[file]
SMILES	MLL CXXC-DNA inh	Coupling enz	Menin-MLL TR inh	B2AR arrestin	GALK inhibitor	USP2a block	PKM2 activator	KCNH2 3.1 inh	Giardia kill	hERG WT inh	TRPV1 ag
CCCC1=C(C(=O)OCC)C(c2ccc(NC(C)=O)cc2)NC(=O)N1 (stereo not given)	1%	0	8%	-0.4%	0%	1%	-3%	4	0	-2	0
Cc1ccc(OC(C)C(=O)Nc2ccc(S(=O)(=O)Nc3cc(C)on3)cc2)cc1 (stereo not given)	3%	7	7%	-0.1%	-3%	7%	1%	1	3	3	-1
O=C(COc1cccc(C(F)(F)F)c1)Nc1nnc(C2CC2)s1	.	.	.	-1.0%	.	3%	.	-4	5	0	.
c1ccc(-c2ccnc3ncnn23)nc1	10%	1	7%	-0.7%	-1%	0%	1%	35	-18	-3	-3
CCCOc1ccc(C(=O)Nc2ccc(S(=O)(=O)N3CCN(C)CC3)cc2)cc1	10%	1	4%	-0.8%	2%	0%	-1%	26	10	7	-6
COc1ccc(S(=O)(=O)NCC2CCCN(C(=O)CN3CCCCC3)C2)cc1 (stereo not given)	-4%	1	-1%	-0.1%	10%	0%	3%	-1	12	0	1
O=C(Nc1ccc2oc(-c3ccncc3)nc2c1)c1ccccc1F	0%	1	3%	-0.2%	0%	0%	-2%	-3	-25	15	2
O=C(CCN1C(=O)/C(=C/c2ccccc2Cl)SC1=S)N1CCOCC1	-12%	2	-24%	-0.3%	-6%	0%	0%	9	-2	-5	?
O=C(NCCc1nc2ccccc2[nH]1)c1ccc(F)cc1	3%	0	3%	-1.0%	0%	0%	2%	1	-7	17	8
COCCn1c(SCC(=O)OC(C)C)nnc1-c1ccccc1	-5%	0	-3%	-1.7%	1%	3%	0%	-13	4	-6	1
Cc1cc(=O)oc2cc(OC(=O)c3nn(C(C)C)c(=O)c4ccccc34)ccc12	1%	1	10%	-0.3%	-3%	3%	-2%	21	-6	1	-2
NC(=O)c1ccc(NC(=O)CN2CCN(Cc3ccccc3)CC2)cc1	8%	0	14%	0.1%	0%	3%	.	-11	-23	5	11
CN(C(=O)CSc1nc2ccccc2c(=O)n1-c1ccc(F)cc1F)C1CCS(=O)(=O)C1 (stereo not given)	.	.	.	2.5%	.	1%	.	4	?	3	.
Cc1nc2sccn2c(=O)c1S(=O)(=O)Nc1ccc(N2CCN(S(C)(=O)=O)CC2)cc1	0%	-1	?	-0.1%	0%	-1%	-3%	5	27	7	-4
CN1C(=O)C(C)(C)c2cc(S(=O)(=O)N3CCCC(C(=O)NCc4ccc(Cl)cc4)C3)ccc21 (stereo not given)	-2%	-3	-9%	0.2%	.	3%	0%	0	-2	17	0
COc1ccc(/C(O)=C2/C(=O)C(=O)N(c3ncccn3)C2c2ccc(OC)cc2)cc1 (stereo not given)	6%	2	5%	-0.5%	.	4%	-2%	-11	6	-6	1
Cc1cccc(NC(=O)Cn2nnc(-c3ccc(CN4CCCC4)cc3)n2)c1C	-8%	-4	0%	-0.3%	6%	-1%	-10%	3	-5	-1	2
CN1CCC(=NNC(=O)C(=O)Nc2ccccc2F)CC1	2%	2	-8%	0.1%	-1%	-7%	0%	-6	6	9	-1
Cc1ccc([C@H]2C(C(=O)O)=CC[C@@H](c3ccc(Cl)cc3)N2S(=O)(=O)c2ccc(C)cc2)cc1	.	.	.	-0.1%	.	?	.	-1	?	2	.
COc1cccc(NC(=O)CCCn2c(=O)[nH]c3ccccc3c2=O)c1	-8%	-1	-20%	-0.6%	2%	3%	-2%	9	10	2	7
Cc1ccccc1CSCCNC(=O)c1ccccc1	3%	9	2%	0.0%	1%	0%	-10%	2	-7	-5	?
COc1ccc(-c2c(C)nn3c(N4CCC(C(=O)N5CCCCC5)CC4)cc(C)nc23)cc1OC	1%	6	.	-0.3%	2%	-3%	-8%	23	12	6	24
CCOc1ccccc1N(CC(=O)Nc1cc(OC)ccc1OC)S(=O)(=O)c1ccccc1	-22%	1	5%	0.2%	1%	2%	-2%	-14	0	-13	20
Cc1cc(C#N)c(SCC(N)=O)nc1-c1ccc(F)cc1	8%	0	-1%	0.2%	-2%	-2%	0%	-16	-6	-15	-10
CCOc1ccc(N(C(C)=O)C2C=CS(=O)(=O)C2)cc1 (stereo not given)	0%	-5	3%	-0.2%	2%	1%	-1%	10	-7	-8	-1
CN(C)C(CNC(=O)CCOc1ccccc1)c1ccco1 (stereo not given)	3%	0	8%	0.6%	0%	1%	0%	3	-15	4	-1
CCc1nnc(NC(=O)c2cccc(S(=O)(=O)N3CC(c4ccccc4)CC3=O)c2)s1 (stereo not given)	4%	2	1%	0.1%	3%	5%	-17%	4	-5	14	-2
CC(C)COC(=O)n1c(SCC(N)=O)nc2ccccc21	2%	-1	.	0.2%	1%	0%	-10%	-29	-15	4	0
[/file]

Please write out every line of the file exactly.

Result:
SMILES	MLL CXXC-DNA inh	Coupling enz	Menin-MLL TR inh	B2AR arrestin	GALK inhibitor	USP2a block	PKM2 activator	KCNH2 3.1 inh	Giardia kill	hERG WT inh	TRPV1 ag
CCCC1=C(C(=O)OCC)C(c2ccc(NC(C)=O)cc2)NC(=O)N1 (stereo not given)	1%	0	8%	-0.4%	0%	1%	-3%	4	0	-2	0
Cc1ccc(OC(C)C(=O)Nc2ccc(S(=O)(=O)Nc3cc(C)on3)cc2)cc1 (stereo not given)	3%	7	7%	-0.1%	-3%	7%	1%	1	3	3	-1
O=C(COc1cccc(C(F)(F)F)c1)Nc1nnc(C2CC2)s1	.	.	.	-1.0%	.	3%	.	-4	5	0	.
c1ccc(-c2ccnc3ncnn23)nc1	10%	1	7%	-0.7%	-1%	0%	1%	35	-18	-3	-3
CCCOc1ccc(C(=O)Nc2ccc(S(=O)(=O)N3CCN(C)CC3)cc2)cc1	10%	1	4%	-0.8%	2%	0%	-1%	26	10	7	-6
COc1ccc(S(=O)(=O)NCC2CCCN(C(=O)CN3CCCCC3)C2)cc1 (stereo not given)	-4%	1	-1%	-0.1%	10%	0%	3%	-1	12	0	1
O=C(Nc1ccc2oc(-c3ccncc3)nc2c1)c1ccccc1F	0%	1	3%	-0.2%	0%	0%	-2%	-3	-25	15	2
O=C(CCN1C(=O)/C(=C/c2ccccc2Cl)SC1=S)N1CCOCC1	-12%	2	-24%	-0.3%	-6%	0%	0%	9	-2	-5	?
O=C(NCCc1nc2ccccc2[nH]1)c1ccc(F)cc1	3%	0	3%	-1.0%	0%	0%	2%	1	-7	17	8
COCCn1c(SCC(=O)OC(C)C)nnc1-c1ccccc1	-5%	0	-3%	-1.7%	1%	3%	0%	-13	4	-6	1
Cc1cc(=O)oc2cc(OC(=O)c3nn(C(C)C)c(=O)c4ccccc34)ccc12	1%	1	10%	-0.3%	-3%	3%	-2%	21	-6	1	-2
NC(=O)c1ccc(NC(=O)CN2CCN(Cc3ccccc3)CC2)cc1	8%	0	14%	0.1%	0%	3%	.	-11	-23	5	11
CN(C(=O)CSc1nc2ccccc2c(=O)n1-c1ccc(F)cc1F)C1CCS(=O)(=O)C1 (stereo not given)	.	.	.	2.5%	.	1%	.	4	?	3	.
Cc1nc2sccn2c(=O)c1S(=O)(=O)Nc1ccc(N2CCN(S(C)(=O)=O)CC2)cc1	0%	-1	?	-0.1%	0%	-1%	-3%	5	27	7	-4
CN1C(=O)C(C)(C)c2cc(S(=O)(=O)N3CCCC(C(=O)NCc4ccc(Cl)cc4)C3)ccc21 (stereo not given)	-2%	-3	-9%	0.2%	.	3%	0%	0	-2	17	0
COc1ccc(/C(O)=C2/C(=O)C(=O)N(c3ncccn3)C2c2ccc(OC)cc2)cc1 (stereo not given)	6%	2	5%	-0.5%	.	4%	-2%	-11	6	-6	1
Cc1cccc(NC(=O)Cn2nnc(-c3ccc(CN4CCCC4)cc3)n2)c1C	-8%	-4	0%	-0.3%	6%	-1%	-10%	3	-5	-1	2
CN1CCC(=NNC(=O)C(=O)Nc2ccccc2F)CC1	2%	2	-8%	0.1%	-1%	-7%	0%	-6	6	9	-1
Cc1ccc([C@H]2C(C(=O)O)=CC[C@@H](c3ccc(Cl)cc3)N2S(=O)(=O)c2ccc(C)cc2)cc1	.	.	.	-0.1%	.	?	.	-1	?	2	.
COc1cccc(NC(=O)CCCn2c(=O)[nH]c3ccccc3c2=O)c1	-8%	-1	-20%	-0.6%	2%	3%	-2%	9	10	2	7
Cc1ccccc1CSCCNC(=O)c1ccccc1	3%	9	2%	0.0%	1%	0%	-10%	2	-7	-5	?
COc1ccc(-c2c(C)nn3c(N4CCC(C(=O)N5CCCCC5)CC4)cc(C)nc23)cc1OC	1%	6	.	-0.3%	2%	-3%	-8%	23	12	6	24
CCOc1ccccc1N(CC(=O)Nc1cc(OC)ccc1OC)S(=O)(=O)c1ccccc1	-22%	1	5%	0.2%	1%	2%	-2%	-14	0	-13	20
Cc1cc(C#N)c(SCC(N)=O)nc1-c1ccc(F)cc1	8%	0	-1%	0.2%	-2%	-2%	0%	-16	-6	-15	-10
CCOc1ccc(N(C(C)=O)C2C=CS(=O)(=O)C2)cc1 (stereo not given)	0%	-5	3%	-0.2%	2%	1%	-1%	10	-7	-8	-1
CN(C)C(CNC(=O)CCOc1ccccc1)c1ccco1 (stereo not given)	3%	0	8%	0.6%	0%	1%	0%	3	-15	4	-1
CCc1nnc(NC(=O)c2cccc(S(=O)(=O)N3CC(c4ccccc4)CC3=O)c2)s1 (stereo not given)	4%	2	1%	0.1%	3%	5%	-17%	4	-5	14	-2
CC(C)COC(=O)n1c(SCC(N)=O)nc2ccccc21	2%	-1	.	0.2%	1%	0%	-10%	-29	-15	4	0